This is my raw data in excel in different row and cells:

A   B   C   D   E   F
1   2   3   4   5   6
2   3   4   5   6   7
3   4   5   6   7   8

I would like to convert all data into this format containing 1 column and different rows:


As I have large volume of data to be processed, a convenient way of converting the data is really needed.

  • 1
    What is wrong with saving it as a .csv?
    – soandos
    Feb 8, 2012 at 8:37
  • Sorry, i didn't make my question clear. I mean I would want to convert the from multiple columns to single column with data separated by ";"
    – Seewhy
    Feb 8, 2012 at 9:03
  • I have changed the title, as it seems your objective is not to create a normal CSV file but to combine columns in Excel. If I misunderstand, please undo the change and/or update the question to clarify the objective. Feb 8, 2012 at 11:11

5 Answers 5


You can use this formula to merge one row to only one column:

= A1 & ";" & B1 & ";" & C1

Then, copy this formula to all rows and use the column you created where you want.


In excel there is a function called TEXTJOIN. It joins texts from multiple columns using user-provided delimiter.

It requires three parameters:

  1. delimiter: what delimiter to use. In your case, it is ";"
  2. ignore empty cells: true(ignores empty cells) or false(doesn't ignore)
  3. text: you can provide range. e.g. A1:A6 in your case.


Then you can drag the formula to copy the same in multiple rows and then copy and paste it as Values.

Hope it helps. BTW I am using Excel 2016, I dunno if this function is available in older versions..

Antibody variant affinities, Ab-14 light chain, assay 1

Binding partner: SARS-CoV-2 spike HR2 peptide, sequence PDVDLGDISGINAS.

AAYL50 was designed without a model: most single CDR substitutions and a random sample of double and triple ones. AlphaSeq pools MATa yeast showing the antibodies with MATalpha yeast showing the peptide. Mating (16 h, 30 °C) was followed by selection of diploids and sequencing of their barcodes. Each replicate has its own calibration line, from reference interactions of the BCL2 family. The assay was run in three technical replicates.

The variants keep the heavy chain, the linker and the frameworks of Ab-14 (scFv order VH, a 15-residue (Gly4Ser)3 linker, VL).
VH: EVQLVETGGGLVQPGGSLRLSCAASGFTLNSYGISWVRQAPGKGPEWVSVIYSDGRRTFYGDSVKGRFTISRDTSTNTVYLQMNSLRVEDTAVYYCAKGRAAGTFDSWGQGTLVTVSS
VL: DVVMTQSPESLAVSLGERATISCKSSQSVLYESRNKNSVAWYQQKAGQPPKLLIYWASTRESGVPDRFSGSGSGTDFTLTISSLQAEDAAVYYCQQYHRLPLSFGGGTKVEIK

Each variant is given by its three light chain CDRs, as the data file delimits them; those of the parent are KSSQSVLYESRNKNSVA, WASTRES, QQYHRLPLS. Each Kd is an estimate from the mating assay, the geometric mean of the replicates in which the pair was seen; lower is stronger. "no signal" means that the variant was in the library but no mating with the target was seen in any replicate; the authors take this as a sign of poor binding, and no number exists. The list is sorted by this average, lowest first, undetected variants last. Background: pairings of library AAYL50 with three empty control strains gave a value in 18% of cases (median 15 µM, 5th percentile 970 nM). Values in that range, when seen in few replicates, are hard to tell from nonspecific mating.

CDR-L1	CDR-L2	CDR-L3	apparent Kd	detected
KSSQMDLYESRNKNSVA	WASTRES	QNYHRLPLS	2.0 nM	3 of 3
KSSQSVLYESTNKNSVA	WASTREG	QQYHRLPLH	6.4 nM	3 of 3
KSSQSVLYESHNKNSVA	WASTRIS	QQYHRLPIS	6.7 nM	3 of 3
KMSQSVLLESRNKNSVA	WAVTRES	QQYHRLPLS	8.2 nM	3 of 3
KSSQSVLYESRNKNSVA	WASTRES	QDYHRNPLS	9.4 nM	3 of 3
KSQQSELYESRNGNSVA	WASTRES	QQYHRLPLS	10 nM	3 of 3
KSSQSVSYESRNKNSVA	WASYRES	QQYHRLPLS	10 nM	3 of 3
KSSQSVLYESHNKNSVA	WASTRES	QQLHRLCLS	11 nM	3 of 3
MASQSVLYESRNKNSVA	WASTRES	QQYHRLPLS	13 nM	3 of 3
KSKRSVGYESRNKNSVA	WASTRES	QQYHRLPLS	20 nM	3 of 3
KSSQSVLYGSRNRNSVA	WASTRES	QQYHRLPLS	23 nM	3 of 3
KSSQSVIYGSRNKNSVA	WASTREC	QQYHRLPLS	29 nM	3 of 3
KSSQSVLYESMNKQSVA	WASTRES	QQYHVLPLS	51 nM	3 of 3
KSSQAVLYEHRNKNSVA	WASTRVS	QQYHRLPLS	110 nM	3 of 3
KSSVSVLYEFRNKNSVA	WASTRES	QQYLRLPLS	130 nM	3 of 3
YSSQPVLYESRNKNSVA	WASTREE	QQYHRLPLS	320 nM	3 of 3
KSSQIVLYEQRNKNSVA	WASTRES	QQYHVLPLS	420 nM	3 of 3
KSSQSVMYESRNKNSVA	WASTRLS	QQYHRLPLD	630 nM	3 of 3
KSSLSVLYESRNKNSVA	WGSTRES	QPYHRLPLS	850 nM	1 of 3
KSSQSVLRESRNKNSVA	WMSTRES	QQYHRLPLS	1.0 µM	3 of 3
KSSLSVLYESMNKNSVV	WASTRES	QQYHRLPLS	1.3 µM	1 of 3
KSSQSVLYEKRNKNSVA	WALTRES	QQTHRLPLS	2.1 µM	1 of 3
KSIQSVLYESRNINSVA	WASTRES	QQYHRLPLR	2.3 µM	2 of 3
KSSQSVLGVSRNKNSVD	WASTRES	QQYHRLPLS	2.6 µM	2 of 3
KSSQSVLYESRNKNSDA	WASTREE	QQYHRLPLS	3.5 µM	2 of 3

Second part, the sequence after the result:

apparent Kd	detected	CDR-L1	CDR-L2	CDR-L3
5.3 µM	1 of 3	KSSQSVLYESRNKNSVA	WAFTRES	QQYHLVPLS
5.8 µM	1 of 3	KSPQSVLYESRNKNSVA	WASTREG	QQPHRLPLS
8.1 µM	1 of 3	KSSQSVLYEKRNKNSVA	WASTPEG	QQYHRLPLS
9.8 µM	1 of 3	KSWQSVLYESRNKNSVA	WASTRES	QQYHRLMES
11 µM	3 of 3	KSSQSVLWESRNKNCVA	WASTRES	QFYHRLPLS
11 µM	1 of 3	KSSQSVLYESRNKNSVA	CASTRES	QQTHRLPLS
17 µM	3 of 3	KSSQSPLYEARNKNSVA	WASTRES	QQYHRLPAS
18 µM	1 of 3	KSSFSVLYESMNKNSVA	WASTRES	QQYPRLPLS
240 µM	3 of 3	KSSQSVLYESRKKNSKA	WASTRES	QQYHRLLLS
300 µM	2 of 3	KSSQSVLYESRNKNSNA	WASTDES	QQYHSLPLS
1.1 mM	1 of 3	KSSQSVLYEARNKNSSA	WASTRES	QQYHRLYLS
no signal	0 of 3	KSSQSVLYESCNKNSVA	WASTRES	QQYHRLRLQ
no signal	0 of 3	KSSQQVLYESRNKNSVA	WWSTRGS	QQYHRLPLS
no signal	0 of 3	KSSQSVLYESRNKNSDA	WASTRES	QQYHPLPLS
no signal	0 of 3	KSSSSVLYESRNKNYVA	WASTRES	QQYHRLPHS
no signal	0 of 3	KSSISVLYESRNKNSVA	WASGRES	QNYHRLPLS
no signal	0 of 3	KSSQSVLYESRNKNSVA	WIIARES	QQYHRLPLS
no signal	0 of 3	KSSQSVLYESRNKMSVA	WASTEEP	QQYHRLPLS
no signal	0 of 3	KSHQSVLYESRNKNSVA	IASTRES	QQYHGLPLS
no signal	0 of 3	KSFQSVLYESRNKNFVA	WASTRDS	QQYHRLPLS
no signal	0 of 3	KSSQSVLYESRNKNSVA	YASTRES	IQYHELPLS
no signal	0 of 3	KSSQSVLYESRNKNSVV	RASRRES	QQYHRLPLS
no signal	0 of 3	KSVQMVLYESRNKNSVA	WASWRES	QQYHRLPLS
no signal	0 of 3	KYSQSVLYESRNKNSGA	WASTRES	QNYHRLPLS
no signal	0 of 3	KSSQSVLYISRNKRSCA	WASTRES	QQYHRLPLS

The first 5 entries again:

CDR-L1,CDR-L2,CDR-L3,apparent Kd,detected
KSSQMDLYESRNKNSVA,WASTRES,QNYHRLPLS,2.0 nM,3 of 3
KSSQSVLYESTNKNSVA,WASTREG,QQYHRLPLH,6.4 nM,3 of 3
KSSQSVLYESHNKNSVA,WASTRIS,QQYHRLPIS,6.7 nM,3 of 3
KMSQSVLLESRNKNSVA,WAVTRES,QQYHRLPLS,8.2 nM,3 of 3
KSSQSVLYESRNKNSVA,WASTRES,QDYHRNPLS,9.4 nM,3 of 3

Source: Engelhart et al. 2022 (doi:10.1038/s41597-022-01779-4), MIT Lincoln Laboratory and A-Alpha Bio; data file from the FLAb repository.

• Only available in Office 2016 and 365
    – jkd
    Jan 3, 2020 at 17:09

You can use the concatenate function =concatenate(A1,";",B1,";",C1 ... you then drag it down the entire height of your data. Once you've done this you copy and paste special - values to keep only the concatenated values. You can then delete everything except your pasted column and save as .csv


Old question but just in case others stumble upon it here's a solution that is easier to implement with more data.

The concatenate function is indeed the key but if you are dealing with a lot of data selecting each cell can be a tedious thing indeed.

So let's take that example, a table from A1 to F4.

In a cell to the right insert =A1, let's say G1 for this example (using cells next to your data allows you to double click the bottom right corner of the cell and auto fill them up to the length of the adjoining filled column, or you can have the whole thing inside a table and they autofill on their own)

Then in H1 insert =concatenate(G1,";",B1)

Drag this formula out the same number or columns that your data has and it will gradually concatenate all the data.

The very last column will have the desired output, that would be column L in this case, cells L1:L4.

Do what you wish with said values.

You an also use this to concatenate an entire column. Or to have conditional concatenating (just add an if in each cell to decide whether to concatenate or not)

As an afterthought, if you wish to do this only once it is a lot easier to just copy the table into word and convert to text using ; as the separator


If there's no spaces or commas within the cells, you could convert to CSV then use a text editor to find/replace commas with semicolons, then re-load in Excel.

  • This is the best answer and should be used.
    – Joop
    Nov 7, 2015 at 11:15

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